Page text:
CDS makes ‘modest, but significant’ impact on imaging order appropriateness

Clinical decision support (CDS) tools can improve the appropriateness of advanced imaging orders, according to new findings published in the American Journal of Roentgenology. The difference, however, wasn’t necessarily drastic; the authors described it as “modest, but significant.”

“Despite the impending requirement for CDS use during clinician order entry for advanced imaging, few randomized trials have rigorously assessed methods to curb unnecessary or inappropriate imaging studies,” wrote Ted E. Palen, MD, Colorado Permanente Medical Group in Denver, and colleagues. “The aim of this study was to use a stepped-wedge, cluster randomized clinical trial to evaluate whether a point-of-care CDS tool improved the appropriateness scores of advanced imaging orders in primary and specialty care ambulatory clinics.”

The authors implemented CDS software that was incorporated into their institution’s electronic medical record. The software would score each ordered examination on a scale of one to nine based on American College of Radiology (ACR) criteria. A seven, eight or nine represented an “appropriate” order. When an inappropriate order was detected, the software launched a best practice alert (BPA) that recommended an alternative plan of action. BPAs included radiation dose information as well, further helping physicians make decisions that have the best possible outcome for the patient.

For the study, the CDS software was slowly introduced. BPAs were not displayed at first and then slowly “activated” for different users. (The authors also noted that there had been prior attempts to improve the appropriateness of imaging orders, describing continued education and quality improvement as “an established part of the care delivery processes” at their institution).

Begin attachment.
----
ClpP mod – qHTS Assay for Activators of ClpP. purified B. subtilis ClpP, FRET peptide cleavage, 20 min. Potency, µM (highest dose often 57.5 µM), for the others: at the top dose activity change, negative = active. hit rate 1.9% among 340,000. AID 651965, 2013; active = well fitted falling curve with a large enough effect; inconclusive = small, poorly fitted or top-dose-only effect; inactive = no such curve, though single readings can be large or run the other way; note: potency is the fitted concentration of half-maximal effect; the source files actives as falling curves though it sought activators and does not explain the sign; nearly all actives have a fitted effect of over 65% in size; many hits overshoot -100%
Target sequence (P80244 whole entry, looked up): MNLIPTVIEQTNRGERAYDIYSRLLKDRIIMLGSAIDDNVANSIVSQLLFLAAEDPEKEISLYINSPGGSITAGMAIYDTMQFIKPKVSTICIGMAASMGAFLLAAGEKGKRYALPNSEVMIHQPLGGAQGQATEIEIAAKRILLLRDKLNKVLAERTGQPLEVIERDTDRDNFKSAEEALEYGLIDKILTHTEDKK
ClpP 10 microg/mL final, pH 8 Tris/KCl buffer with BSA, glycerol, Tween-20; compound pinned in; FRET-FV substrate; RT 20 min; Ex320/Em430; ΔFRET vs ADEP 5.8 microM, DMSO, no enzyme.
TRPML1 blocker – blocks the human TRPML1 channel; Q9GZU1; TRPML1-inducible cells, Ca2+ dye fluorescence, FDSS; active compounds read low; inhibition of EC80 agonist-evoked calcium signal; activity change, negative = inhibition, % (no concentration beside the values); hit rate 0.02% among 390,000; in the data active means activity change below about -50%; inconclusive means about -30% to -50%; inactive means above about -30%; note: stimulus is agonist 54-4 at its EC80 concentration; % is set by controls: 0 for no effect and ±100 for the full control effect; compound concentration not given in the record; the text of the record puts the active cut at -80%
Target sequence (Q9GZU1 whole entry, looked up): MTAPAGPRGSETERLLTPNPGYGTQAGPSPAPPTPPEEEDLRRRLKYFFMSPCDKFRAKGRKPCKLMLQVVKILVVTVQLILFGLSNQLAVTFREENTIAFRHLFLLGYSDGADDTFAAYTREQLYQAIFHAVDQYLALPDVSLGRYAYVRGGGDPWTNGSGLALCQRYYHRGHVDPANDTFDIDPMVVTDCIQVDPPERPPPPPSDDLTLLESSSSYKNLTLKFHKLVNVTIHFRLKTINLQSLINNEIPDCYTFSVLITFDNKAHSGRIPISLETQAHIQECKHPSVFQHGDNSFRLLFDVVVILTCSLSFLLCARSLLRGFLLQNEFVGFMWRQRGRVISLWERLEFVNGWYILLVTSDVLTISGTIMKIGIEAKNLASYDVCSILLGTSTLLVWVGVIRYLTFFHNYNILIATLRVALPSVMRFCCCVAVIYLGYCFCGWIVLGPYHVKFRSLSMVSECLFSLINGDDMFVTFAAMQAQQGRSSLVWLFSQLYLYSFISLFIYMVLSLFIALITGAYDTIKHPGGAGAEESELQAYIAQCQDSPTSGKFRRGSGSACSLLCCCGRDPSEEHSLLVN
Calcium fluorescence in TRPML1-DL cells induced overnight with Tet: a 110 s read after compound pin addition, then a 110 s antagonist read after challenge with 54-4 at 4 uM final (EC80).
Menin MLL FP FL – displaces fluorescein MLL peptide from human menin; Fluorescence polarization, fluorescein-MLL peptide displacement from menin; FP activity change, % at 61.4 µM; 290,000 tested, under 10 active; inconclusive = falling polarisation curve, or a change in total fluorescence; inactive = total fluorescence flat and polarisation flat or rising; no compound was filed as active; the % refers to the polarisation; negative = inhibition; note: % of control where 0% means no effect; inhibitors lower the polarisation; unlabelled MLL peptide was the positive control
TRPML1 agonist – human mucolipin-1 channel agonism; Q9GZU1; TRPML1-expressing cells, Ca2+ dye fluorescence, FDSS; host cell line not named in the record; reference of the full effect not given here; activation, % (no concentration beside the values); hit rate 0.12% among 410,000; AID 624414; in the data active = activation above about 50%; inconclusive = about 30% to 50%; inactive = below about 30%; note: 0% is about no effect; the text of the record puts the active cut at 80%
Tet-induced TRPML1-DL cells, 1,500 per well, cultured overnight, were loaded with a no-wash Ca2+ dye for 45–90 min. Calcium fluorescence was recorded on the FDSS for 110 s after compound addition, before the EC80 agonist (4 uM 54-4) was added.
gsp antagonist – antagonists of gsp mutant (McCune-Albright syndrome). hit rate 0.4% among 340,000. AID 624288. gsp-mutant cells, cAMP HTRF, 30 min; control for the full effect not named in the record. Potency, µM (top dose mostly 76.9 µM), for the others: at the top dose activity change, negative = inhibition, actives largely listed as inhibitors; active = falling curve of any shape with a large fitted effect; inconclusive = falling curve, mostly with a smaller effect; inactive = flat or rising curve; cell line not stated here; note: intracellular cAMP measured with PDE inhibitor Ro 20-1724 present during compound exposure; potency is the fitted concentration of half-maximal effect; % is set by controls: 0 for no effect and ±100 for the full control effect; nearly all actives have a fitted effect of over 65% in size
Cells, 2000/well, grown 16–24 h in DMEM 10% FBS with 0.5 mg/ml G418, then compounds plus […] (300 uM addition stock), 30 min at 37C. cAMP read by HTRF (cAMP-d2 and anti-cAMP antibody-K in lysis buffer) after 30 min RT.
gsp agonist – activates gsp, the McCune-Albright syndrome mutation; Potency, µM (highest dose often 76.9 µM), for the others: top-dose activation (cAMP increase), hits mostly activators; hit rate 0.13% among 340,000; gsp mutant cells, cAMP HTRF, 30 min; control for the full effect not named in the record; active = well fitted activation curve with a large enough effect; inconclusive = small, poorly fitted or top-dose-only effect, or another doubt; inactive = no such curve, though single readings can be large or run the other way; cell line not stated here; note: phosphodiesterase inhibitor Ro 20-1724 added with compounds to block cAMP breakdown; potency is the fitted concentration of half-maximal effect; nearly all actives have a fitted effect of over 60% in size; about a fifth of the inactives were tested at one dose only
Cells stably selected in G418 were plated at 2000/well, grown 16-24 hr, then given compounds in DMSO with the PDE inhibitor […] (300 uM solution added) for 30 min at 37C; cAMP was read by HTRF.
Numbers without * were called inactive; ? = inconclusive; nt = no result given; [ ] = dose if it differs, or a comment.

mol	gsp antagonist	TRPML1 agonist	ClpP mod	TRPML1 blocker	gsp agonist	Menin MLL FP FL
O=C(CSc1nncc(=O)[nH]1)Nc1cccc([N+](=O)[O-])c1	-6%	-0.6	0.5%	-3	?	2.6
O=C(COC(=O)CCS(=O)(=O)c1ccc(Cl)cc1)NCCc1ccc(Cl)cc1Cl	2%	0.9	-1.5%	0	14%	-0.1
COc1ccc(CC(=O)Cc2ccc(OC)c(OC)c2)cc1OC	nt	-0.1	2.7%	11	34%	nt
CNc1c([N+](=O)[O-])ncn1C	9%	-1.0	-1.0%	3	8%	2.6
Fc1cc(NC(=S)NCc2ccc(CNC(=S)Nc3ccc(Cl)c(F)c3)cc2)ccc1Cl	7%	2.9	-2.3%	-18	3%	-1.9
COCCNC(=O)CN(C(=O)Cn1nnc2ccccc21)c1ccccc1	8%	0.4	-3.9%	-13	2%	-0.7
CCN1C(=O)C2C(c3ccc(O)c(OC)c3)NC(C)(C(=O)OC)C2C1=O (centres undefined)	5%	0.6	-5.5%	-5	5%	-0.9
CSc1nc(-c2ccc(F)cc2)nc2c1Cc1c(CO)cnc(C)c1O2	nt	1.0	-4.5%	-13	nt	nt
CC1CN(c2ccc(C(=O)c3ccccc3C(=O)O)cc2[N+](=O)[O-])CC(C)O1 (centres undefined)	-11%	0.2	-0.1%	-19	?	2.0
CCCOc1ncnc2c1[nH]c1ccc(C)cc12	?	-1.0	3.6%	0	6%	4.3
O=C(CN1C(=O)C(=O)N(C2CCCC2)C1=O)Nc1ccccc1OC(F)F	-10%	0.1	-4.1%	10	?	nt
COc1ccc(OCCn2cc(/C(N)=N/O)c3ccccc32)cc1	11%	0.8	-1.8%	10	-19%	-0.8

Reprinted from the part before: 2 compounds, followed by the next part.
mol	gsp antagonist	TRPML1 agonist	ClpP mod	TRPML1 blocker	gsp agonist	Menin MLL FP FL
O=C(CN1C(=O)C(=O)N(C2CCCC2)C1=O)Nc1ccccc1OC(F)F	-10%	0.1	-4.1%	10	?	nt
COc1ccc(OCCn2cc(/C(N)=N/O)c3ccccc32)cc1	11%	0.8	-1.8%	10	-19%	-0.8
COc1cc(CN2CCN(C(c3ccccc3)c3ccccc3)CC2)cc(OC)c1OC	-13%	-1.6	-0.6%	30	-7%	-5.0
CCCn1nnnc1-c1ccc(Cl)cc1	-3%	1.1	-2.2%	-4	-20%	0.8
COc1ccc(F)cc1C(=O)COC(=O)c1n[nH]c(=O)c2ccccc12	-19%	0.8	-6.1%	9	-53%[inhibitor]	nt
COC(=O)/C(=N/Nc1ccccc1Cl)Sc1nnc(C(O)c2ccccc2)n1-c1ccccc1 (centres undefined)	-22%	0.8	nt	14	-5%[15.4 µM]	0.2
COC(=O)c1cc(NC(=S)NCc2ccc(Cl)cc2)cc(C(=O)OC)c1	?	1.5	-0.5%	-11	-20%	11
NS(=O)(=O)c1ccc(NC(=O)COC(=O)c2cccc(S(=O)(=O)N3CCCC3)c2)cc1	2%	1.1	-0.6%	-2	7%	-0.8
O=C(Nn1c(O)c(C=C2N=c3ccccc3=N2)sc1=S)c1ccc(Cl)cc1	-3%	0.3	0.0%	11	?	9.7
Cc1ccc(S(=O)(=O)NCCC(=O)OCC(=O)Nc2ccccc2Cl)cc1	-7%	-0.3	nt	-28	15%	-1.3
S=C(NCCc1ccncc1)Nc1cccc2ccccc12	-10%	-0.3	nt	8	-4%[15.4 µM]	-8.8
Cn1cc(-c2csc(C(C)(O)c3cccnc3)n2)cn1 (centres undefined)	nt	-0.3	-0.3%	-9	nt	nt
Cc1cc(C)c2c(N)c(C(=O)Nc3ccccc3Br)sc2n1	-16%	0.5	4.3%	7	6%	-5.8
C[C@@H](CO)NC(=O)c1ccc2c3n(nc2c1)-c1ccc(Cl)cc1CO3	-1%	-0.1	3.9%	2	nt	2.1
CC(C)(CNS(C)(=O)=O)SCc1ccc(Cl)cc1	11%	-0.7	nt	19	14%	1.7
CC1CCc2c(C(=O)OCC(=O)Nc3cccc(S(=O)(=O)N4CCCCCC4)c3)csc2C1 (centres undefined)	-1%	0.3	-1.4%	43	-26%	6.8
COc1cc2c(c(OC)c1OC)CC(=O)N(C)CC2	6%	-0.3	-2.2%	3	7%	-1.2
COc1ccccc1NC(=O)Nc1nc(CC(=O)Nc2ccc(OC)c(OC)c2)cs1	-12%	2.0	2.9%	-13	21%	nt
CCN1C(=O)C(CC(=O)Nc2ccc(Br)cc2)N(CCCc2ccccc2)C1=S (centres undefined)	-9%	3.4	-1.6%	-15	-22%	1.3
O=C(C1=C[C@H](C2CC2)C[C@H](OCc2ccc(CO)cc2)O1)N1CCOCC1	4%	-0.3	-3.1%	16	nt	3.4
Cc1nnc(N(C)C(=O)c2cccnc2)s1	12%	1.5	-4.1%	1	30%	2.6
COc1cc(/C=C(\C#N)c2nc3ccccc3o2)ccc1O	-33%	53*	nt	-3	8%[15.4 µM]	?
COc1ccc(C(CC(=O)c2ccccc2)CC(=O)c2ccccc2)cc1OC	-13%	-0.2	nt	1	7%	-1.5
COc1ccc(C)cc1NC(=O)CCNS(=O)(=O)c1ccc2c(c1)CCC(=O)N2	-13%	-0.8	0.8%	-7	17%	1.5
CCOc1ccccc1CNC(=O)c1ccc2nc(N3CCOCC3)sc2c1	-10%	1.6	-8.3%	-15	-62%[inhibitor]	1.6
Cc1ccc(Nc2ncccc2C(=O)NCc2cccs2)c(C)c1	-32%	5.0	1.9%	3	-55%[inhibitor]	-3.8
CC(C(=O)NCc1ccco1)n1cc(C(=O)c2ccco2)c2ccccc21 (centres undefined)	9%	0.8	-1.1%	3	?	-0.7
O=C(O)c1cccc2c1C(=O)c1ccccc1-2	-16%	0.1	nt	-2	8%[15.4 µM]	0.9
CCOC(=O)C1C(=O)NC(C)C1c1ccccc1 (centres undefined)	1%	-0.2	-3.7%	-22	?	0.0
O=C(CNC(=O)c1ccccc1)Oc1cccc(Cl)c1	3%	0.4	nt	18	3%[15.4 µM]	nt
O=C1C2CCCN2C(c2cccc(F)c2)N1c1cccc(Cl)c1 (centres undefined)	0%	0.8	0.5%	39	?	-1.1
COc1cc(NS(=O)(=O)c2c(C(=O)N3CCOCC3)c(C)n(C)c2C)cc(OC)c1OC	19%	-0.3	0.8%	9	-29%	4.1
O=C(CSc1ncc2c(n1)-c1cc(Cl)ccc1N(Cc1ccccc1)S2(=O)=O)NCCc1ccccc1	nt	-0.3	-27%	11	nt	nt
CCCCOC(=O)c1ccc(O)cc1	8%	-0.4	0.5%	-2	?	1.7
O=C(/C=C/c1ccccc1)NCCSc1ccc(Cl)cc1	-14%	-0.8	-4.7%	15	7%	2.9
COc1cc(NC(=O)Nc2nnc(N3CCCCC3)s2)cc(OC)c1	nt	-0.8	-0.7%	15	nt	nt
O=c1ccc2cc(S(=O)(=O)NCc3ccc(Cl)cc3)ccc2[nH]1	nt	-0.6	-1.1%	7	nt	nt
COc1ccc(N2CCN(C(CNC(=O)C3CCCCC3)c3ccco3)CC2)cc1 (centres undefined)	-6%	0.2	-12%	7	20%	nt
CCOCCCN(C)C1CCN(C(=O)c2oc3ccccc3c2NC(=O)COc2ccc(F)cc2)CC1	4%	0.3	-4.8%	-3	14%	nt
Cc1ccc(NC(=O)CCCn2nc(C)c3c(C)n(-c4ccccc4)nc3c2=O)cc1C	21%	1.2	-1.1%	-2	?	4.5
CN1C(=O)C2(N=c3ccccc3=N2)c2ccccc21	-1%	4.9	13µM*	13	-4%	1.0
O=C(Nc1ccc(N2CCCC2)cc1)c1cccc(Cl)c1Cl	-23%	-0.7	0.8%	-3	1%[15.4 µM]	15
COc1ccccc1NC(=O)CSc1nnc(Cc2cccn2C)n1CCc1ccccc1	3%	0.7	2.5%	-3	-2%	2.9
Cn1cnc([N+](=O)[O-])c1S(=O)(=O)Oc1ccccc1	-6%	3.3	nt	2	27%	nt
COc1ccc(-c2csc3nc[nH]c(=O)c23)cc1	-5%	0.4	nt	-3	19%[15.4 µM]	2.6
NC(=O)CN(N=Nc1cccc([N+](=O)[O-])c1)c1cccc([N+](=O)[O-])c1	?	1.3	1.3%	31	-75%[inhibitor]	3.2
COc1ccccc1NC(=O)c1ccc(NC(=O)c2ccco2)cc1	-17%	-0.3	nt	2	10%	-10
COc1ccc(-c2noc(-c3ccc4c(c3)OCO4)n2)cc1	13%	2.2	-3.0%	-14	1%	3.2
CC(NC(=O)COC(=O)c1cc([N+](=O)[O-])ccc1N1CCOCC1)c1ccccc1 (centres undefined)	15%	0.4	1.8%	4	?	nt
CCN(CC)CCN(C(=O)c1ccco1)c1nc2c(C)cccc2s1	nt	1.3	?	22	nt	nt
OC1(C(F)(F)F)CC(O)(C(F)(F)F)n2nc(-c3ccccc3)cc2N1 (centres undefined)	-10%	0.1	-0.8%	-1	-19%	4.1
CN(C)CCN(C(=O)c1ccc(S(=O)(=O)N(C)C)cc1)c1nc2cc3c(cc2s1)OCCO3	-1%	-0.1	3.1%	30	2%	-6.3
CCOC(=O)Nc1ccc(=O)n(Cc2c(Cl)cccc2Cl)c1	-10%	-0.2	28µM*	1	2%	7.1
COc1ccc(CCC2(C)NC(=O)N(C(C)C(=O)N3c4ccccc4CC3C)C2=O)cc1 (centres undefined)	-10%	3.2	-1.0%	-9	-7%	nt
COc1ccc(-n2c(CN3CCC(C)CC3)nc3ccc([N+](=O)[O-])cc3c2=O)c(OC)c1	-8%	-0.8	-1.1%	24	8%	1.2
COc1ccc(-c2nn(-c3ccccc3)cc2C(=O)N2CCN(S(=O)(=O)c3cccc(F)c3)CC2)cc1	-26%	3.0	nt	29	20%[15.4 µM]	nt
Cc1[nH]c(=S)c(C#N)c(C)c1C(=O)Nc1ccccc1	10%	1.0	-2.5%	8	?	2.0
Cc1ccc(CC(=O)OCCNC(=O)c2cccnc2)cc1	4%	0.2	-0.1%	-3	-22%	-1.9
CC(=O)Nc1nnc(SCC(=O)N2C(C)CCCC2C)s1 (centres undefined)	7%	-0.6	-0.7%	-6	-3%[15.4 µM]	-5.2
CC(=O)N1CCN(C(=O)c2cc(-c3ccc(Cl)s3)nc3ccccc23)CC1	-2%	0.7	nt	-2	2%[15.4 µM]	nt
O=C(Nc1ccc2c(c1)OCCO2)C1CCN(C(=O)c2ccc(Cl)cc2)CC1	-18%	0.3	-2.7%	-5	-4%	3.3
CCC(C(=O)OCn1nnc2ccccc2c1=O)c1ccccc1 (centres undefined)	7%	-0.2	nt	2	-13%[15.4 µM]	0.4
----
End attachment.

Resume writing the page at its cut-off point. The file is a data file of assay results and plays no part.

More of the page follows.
Overall, the authors explored data from more than 31,000 CT or MRI examination orders from Oct. 5, 2015 to Feb. 22, 2016. There was an increase in the percentage of appropriate examinations ordered by physicians (80.7% vs. 78%) and nonphysicians (76.9% vs. 73.8%) after BPAs were activated.

“In this stepped-wedge, cluster randomized clinical trial, we found that the use of ACR Select criteria through a CDS tool and BPA resulted in a modest but statistically significant improvement in appropriateness scores for advanced imaging orders in outpatient ambulatory practices,” the authors wrote. “The improvement was smaller in magnitude than the few prior evaluations of CDS tools, in part because baseline appropriateness scores were higher.”

Looking at the long-term impact of CDS, Palen et al. also observed ordering habits through August 31, 2017, noting that “the rate of imaging orders did not change significantly after CDS BPA activation.”